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Live Like A Millionaire – For Less

You don’t have to be a millionaire to live like one. Approach your spending differently and you, too, can start to live a rich-lister’s life, says Amy Hamilton Chadwick.

5 October 2021

How would you live if you were wealthy? What would you spend more on? What matters most to you?

Is it giving up work and having the freedom to do what you want?

Or is it living in a mansion? Driving European cars? Eating out at restaurants? Luxury holidays? Having staff?

You might not have the budget now to afford your fantasy lifestyle, but there’s no reason you can’t get a wealthier experience out of your day-to-day living, for less.

Using your money intelligently can help you enjoy some of the experiences that sound like a millionaire’s lifestyle to you.

Claire Matthews, Associate Professor at Massey Business School, says wealth isn’t necessarily being able to afford anything you like.

“It’s more about having control over your money and being able to afford the things that are really important to you,” she says.

“For some people it’s travel, for others it’s relaxing at home, volunteering, spending time with the family or just reading that big pile of books.”

Your priorities

The trick to living like a millionaire on a budget? First, identify your ‘millionaire’ priorities.

Then work out where you can cut back so you can spend more strategically.

Being conscious of your spending, rather than acting on autopilot, is a way to get the most value out of every dollar, says Lisa Dudson, financial adviser and owner of Acumen.

“With more awareness, you can make different decisions, so you’re not living life on a hamster wheel.

“Get creative, pay attention and make conscious spending choices.”

Spend less than you earn

Ideally, the best way to live a wealthier lifestyle is by investing wisely and becoming genuinely wealthy.

But by spending less than you earn and investing the rest, you can create significant wealth in your lifetime.

But don’t forget to spoil yourself a little, says Matthews.

“There’s no point having a frugal lifestyle all through your twenties and into your fifties so you can have an extravagant retirement. The unfortunate reality is that you might not get there.

“It’s no use being in a coffin with a huge fortune.”

Pay someone else to do it

Buying your way out of unpleasant jobs is a highly effective way to improve your happiness, according to a 2017 Harvard Business School study.

Have a fresh, clean house by simply hiring a cleaner for a couple of hours a week. That can take an unpleasant job off your list, cut household arguments and give you more time, all for roughly the cost of a restaurant dinner for two.

Take your annual leave

Many Kiwis take a strange pride in how many days of holiday leave they’ve accrued, but does your dedication to your job mean you’re missing out on life-enhancing experiences?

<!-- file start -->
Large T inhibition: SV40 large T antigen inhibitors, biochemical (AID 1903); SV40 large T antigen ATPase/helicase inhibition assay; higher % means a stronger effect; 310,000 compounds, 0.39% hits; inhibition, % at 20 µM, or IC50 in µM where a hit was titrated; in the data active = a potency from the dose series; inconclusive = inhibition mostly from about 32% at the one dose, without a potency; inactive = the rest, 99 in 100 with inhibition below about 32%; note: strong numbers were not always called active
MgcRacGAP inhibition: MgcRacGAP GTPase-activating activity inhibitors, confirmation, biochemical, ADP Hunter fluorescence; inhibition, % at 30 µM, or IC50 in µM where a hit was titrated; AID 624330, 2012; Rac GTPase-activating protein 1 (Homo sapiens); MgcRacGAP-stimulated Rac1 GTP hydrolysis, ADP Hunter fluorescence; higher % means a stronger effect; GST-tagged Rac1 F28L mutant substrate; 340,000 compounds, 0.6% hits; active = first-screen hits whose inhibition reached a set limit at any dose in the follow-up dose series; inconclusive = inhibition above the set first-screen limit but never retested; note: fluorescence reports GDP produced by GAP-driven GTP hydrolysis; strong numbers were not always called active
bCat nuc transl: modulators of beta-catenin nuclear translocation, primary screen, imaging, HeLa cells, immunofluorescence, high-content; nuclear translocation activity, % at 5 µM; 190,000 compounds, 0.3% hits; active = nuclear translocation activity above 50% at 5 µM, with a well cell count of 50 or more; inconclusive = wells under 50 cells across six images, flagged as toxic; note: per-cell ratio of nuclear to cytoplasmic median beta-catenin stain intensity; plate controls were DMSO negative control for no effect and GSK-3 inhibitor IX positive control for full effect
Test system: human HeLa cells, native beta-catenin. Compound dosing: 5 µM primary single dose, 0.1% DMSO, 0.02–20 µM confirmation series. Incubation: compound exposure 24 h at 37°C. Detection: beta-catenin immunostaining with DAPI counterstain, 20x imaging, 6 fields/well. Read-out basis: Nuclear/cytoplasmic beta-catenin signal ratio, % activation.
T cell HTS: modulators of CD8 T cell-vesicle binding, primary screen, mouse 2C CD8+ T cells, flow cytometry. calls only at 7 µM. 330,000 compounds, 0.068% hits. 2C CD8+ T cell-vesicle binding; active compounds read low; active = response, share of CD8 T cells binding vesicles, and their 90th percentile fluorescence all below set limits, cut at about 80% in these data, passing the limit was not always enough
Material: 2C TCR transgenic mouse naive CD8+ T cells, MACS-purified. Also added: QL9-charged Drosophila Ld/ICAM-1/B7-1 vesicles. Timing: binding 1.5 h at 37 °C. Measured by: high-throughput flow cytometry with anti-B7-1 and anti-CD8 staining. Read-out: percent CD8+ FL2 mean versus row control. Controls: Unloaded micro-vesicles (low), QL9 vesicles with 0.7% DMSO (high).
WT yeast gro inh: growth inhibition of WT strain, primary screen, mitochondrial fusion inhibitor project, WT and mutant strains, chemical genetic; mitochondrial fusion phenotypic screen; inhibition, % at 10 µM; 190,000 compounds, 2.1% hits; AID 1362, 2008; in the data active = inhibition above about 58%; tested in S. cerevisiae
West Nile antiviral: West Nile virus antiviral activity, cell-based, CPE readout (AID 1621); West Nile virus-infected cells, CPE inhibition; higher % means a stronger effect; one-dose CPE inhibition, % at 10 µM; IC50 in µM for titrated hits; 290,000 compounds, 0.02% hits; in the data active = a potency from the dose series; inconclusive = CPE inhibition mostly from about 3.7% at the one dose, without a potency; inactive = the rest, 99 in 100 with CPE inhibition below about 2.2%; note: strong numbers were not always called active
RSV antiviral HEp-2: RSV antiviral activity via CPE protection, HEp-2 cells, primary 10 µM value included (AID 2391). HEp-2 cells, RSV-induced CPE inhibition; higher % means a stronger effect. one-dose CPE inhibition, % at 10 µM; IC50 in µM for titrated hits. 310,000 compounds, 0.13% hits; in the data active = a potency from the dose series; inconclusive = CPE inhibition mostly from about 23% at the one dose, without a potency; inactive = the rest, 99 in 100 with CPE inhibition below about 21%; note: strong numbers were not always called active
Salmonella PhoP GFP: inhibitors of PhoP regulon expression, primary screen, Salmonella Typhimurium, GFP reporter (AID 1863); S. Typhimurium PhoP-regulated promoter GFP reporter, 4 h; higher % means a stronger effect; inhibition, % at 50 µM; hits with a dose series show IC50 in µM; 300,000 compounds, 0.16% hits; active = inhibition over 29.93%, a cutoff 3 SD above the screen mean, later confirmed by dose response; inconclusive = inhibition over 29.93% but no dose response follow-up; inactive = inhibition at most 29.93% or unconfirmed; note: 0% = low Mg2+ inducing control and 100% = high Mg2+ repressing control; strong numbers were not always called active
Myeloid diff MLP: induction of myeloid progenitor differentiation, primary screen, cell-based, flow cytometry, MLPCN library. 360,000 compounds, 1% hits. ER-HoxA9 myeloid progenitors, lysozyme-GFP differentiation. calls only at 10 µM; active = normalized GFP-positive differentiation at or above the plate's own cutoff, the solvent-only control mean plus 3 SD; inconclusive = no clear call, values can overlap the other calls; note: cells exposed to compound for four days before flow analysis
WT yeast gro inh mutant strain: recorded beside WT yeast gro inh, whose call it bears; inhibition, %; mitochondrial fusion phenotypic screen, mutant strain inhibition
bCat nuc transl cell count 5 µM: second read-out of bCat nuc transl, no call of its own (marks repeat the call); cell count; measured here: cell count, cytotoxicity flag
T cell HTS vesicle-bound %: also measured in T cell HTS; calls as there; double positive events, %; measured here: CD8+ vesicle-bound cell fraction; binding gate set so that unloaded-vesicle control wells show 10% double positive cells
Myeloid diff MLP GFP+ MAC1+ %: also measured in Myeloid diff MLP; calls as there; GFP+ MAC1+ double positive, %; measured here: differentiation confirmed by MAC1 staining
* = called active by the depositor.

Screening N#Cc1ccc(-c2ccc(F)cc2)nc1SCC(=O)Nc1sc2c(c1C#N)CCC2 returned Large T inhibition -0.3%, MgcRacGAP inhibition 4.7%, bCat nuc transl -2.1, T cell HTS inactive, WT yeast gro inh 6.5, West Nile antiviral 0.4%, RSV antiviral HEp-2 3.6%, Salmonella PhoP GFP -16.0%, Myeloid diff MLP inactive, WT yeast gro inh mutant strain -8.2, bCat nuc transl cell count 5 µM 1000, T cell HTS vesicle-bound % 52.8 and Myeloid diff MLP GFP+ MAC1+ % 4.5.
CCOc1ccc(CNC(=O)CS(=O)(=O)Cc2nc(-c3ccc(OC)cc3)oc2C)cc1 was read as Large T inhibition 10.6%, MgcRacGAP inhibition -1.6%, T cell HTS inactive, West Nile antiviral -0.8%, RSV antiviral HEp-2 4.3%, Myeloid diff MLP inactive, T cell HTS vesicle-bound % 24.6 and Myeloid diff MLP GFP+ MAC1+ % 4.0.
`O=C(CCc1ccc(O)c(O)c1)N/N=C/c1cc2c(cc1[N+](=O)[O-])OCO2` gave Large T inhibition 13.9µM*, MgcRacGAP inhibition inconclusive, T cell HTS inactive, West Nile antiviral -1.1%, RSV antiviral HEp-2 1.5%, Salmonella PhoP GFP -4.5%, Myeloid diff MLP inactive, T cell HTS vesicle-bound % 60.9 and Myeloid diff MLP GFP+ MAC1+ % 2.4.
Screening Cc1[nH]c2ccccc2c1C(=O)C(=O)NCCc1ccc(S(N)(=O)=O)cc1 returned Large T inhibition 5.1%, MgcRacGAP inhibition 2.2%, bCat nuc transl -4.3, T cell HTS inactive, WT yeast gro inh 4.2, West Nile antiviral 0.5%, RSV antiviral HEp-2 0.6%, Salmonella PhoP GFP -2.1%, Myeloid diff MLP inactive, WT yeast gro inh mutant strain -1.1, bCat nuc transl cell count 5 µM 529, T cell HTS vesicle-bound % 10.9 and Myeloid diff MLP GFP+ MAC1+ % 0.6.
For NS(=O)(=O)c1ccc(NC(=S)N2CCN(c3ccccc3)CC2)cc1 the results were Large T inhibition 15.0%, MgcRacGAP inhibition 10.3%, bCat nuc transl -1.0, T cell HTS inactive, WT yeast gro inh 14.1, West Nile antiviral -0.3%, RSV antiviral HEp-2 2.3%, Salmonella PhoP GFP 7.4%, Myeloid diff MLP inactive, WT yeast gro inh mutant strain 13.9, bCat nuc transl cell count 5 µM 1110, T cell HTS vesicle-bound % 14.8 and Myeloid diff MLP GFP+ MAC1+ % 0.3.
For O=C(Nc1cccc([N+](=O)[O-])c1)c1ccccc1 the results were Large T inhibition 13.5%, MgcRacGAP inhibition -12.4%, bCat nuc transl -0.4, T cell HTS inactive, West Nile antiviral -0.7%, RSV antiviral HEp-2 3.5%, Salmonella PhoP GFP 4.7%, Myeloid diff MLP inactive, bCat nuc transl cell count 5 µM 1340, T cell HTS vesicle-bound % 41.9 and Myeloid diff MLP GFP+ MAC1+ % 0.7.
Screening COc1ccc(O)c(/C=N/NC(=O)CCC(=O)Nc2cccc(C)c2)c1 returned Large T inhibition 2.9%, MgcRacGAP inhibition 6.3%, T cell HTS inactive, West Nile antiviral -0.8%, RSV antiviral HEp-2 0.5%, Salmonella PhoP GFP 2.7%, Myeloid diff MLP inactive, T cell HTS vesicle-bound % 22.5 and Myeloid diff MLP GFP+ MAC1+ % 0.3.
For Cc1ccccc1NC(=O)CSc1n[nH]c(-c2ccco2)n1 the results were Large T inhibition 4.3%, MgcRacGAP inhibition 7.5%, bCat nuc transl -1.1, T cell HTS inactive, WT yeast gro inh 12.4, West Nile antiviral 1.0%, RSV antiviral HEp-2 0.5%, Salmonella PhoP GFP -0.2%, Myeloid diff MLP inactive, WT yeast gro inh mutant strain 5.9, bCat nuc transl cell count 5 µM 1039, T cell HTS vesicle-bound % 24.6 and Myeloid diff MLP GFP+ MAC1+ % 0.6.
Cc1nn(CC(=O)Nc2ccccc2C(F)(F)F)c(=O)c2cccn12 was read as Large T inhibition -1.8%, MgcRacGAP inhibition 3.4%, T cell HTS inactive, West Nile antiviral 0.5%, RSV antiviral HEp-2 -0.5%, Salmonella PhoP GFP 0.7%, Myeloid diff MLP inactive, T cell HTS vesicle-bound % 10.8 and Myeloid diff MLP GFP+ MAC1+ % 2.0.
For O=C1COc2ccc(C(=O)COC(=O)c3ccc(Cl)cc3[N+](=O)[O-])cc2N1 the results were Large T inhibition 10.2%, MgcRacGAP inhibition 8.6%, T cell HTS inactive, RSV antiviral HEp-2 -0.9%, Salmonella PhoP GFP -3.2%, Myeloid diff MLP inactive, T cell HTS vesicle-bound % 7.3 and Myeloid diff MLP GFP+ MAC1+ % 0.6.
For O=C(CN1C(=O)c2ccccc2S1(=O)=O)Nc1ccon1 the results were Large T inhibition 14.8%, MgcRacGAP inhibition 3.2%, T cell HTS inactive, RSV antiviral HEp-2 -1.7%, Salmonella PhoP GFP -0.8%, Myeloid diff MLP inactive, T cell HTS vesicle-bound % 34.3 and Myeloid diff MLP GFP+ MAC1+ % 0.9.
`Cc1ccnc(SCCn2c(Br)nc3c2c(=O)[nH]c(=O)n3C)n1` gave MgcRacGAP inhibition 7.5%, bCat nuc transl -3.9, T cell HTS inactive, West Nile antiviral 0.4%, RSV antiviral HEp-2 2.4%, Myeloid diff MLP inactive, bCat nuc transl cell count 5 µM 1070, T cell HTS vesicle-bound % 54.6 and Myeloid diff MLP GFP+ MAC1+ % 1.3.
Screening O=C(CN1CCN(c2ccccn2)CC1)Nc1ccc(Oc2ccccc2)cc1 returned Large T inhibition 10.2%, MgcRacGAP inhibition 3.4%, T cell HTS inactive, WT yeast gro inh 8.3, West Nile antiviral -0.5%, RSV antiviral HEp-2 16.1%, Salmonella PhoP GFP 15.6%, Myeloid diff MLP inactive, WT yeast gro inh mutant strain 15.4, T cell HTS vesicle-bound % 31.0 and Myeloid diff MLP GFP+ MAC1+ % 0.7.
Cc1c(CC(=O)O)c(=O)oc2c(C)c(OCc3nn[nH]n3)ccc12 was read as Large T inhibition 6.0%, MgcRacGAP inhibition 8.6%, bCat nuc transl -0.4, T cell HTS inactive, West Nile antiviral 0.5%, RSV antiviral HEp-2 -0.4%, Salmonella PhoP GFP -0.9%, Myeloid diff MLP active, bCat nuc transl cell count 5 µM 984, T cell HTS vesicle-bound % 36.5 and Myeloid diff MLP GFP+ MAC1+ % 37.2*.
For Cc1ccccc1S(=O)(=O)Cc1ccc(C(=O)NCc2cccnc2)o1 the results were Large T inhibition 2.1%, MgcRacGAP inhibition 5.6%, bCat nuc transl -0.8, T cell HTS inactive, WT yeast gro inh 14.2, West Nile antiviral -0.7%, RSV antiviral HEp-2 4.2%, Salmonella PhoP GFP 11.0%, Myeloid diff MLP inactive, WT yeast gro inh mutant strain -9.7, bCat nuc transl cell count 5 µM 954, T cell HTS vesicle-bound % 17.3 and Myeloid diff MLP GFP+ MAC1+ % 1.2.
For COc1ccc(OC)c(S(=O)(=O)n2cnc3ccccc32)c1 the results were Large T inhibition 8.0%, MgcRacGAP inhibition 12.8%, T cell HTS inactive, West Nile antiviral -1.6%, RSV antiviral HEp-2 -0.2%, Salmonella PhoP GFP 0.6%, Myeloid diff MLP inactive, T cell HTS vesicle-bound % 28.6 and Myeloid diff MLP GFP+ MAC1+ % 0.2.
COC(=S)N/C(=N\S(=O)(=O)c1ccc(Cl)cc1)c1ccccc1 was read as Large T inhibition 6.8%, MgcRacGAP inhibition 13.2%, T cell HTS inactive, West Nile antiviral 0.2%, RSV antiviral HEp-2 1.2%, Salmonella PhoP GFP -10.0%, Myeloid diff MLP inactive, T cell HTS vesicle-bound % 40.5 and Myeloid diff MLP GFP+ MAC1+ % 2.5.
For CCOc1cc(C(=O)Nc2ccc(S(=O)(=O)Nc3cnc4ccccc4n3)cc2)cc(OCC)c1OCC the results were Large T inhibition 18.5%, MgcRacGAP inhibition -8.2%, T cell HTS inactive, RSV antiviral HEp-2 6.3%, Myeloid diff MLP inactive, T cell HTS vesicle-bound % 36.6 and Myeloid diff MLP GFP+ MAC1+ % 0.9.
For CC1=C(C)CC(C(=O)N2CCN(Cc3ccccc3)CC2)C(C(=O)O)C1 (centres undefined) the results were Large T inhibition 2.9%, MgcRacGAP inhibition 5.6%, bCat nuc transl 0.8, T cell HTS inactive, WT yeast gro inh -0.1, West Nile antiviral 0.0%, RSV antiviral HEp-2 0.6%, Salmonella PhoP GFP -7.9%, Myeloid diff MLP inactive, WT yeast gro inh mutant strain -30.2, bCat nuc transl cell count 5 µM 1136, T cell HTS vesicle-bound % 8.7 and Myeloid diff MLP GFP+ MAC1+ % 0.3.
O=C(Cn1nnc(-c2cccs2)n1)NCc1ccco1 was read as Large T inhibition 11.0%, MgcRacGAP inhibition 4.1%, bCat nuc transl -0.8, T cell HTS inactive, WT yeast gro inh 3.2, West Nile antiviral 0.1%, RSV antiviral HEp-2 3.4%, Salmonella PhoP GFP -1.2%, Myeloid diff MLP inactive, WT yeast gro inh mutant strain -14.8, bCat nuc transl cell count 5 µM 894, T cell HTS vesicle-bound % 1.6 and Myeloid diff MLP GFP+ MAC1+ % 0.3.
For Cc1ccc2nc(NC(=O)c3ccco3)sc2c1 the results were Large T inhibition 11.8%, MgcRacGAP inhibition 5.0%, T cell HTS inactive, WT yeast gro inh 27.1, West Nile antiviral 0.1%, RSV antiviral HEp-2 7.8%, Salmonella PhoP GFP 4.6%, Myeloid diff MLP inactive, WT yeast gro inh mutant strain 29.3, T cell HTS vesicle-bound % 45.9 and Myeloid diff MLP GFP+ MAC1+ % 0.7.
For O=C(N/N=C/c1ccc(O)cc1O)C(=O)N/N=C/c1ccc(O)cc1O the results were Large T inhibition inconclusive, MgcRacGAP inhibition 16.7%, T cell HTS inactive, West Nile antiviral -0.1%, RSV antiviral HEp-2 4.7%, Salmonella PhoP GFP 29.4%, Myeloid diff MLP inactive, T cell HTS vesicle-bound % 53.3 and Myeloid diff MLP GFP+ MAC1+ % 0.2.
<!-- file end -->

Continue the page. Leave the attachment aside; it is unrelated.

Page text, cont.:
Use your leave to take more holidays, spend more time with your family, or have a day of utter extravagance that you’ll never forget.

Opulent holidays

If you want to feel as though you’re living a luxury lifestyle, it might be as simple as swapping six nights in an Airbnb for one night in a five-star hotel.

It might be chartering a boat for two nights for you and your partner, rather than giving each other Christmas presents.

Hunt for bargains

Dudson loves to dine out and often uses the First Table website to get 50 per cent off her food bill by booking early-bird tables.

She says you can also buy the Entertainment Book and check GrabOne regularly, while the website 1-day has deals on electronics, toys, clothing, travel and more.

“Just generally look around for special offers – you work hard for every dollar, so make sure you spend it in a way that delivers value.”

Rent that mansion

When you ask about wealth, Kiwis tend to talk about their houses, rather than possessions. That can make it very hard to feel wealthy if you rent.

However, the more you spend on a rental in New Zealand, the more value you’ll tend to get for your money.

Cheap houses often cost 4 per cent to 5 per cent of their value to rent each year, while multimillion-dollar houses will rent for 1 per cent to 2 per cent of their value.

If you want to live like a millionaire, why not rent a beautiful house, if you can afford it?

Future classic cars

Love a specific car brand but can’t afford it? Look for ‘future classics’ from the 1990s and early 2000s to get the premium badge you’re passionate about at a price that works for you.

You’ll need to do your research so you don’t buy a lemon, but some day in the future, provided you can afford the maintenance and you keep the kilometres down, your classic car could be worth more than you paid for it.

Wealth is more than money

“Don’t forget it’s not just about financial wealth – it’s also about the type of life you have, your opportunities, your family and your health,” says Matthews.

“I’d encourage you to think about that as well!”

Wealthy people will be the first to tell you that money isn’t everything. You can’t enjoy your wealth if you’re unwell, lonely, bored, or miserable.

Take care of yourself and the people you love, so you can spend more time together and build happy memories.

Informed Investor's content comes from sources that Informed Investor magazine considers accurate, but we do not guarantee its accuracy. Charts in Informed Investor are visually indicative, not exact. The content of Informed Investor is intended as general information only, and you use it at your own risk.

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